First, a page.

Sharon is a largely self-taught herbalist who has been growing and studying herbs and making herbal preparations for several decades.
I have two daughters with dry and sensitive skin, and from the time I first began making soaps and body care products, my focus was on formulating products that would help relieve dry, itchy skin and eczema, and help keep delicate skin look youthful and dewy.
One of my daughters runs the family farmette and is outdoors in all kinds of weather: rain or shine, heat or cold. She grows a garden, milks goats, feeds the critters, keeps bees, and works on fencing and building sheds, chicken tractors, and automatic hog feeders.
When she told me she was worried that she'd start looking like a "weathered old farm woman," I decided to develop a facial soap that would preserve her delicate complexion. To be honest, she looks a lot less like a "weathered old farm woman" than she does like proof of the words to the old folk song, "It's dabblin' in the dew makes the milk-maid fair." But I wanted to make my contribution to keeping it that way—plus maybe try to come up with something that would improve the appearance of my aging face.
What Is a Facial Soap and How Is It Different from a Body Soap?
When a person sets out to develop a formula for facial soap, the first step is to decide on the special properties it should have, as distinct from a body soap.
- Facial soaps usually have a high superfat percentage, so that the soap does not strip oils from the complexion, but replenishes them. Most soap makers feel that a facial soap should be at least 8% superfat—and that is a minimum.
- Many soap makers feel that care should be taken to use oils with a low comedogenicity—that is, oils that are believed to be less likely to clog pores and thus promote acne. There is some controversy as to whether comedogenicity is a "real thing." I am on the fence about comedogenicity. If this is a concern for you, you might want to choose a recipe that uses little or no coconut oil, which has a moderately high comedogenicity rating. (For example, you could make a traditional Beldi using 100% olive oil.) Eliminating coconut oil from a recipe is problematic, in that soaps made without coconut oil will generally lather poorly. Another ingredient commonly used in soap making that has a moderately high comedogenicty rating is cocoa butter--a butter that I consider essential in bar soaps, because it gives them "substance" and a pleasing texture. Salt is thought to be highly comedogenic. While I'm not sure I believe this, I would suggest adding sugar, rather than salt, if you'd like to include an exfoliant in scrubs and facial soaps like the one below. My recipe below is a soft, gooey soap, and you can easily mix a little sugar with it for exfoliation.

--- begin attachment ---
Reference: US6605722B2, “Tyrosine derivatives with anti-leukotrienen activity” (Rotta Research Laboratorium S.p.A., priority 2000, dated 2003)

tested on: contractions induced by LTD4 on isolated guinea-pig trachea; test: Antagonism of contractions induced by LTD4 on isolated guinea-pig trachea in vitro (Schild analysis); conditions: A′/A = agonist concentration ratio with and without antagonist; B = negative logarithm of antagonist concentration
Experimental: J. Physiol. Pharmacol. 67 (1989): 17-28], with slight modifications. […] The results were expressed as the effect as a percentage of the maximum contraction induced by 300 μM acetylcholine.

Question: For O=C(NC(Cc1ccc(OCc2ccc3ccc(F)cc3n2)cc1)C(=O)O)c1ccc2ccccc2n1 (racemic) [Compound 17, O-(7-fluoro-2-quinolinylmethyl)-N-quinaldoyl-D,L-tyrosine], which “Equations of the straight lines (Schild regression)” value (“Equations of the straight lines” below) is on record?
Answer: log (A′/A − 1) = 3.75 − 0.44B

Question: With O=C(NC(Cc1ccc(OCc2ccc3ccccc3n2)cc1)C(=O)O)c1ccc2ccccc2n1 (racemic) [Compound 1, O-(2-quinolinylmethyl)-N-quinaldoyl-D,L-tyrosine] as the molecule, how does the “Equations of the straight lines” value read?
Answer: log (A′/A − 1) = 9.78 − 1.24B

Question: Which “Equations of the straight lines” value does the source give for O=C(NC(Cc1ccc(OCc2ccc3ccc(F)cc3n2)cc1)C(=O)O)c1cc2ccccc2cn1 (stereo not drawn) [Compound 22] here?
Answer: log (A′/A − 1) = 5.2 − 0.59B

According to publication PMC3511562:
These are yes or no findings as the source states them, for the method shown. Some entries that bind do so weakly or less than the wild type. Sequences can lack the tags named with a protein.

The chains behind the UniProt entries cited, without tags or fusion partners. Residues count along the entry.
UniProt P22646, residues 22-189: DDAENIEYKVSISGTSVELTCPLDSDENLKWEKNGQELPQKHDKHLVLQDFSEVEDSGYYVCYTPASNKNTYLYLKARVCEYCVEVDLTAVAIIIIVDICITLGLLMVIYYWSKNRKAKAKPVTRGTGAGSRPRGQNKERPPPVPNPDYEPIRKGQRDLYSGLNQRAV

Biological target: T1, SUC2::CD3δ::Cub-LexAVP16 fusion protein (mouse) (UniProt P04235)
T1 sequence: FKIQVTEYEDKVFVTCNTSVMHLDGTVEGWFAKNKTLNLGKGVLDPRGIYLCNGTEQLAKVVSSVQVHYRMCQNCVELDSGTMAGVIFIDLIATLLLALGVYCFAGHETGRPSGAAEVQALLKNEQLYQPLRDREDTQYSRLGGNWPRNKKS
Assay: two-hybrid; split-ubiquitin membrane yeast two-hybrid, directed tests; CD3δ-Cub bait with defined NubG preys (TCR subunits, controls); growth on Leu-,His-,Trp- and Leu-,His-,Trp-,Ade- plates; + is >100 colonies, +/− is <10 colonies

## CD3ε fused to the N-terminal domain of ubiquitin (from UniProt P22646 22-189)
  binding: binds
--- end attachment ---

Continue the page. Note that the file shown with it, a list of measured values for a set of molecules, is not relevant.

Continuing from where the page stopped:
- Oils used as superfats should offer special skin benefits. It's nice if some of the more expensive "luxury" oils can be used, but it's not really necessary. Some oils contain natural antioxidants, skin-nourishing vitamins like A, E, or C, skin-healing fatty acids like gamma-linolenic acid, and many other components. Some oils, such as grapeseed, are slightly astringent, making them good for acne-prone skin. Researching and choosing superfatting oils is the most interesting aspect of developing a facial soap.
- The fragrances used in facial soap should be essential oils that benefit skin. Fragrance oils should be avoided in both facial soaps and shampoos. I know from experience that fragrance oils are "double-plus-ungood" in shampoos. I've only used them a couple of times, when I first started making shampoos, and they resulted in "scalp crud." This leads me to believe that some--and perhaps all--fragrance oils are damaging to the more delicate areas of the skin, and this would include the face. Several essential oils, on the other hand, have special healing properties and/or are thought to rejuvenate skin, or benefit skin in other ways.
- Some additives are popular in facial soaps for acne. Activated charcoal is often used in soaps for acne, as is tea tree oil. Other types of additives have other benefits. Honey is sometimes added to soap, and if added to the cool-down phase, it will retain its benefits--and will also help improve lather. While some botanicals or botanical extracts offer specific skin benefits, my opinion is that the active principles are probably destroyed by contact with lye. Very finely ground dry botanical extracts of your choice could be incorporated into the recipe below, and should not result in spoilage--but if you add dry botanicals you might also want to add a preservative. Botanical extracts made with glycerin extraction could also be added in the cool-down phase, and should not result in spoilage of the product. You should probably not add water-based extracts or herbal teas to this product, since you would be creating a partially diluted liquid soap (or maybe a fully diluted liquid soap, if you added enough water). Botanicals in water will create preservation problems. There are many commercially available additives that are nice additions to luxury soaps, such as Honeyquat, panthenol, or even sodium PCA. (You don't want to add sodium lactate, or you'll wind up with a bar soap.) Additive possibilities are nearly endless.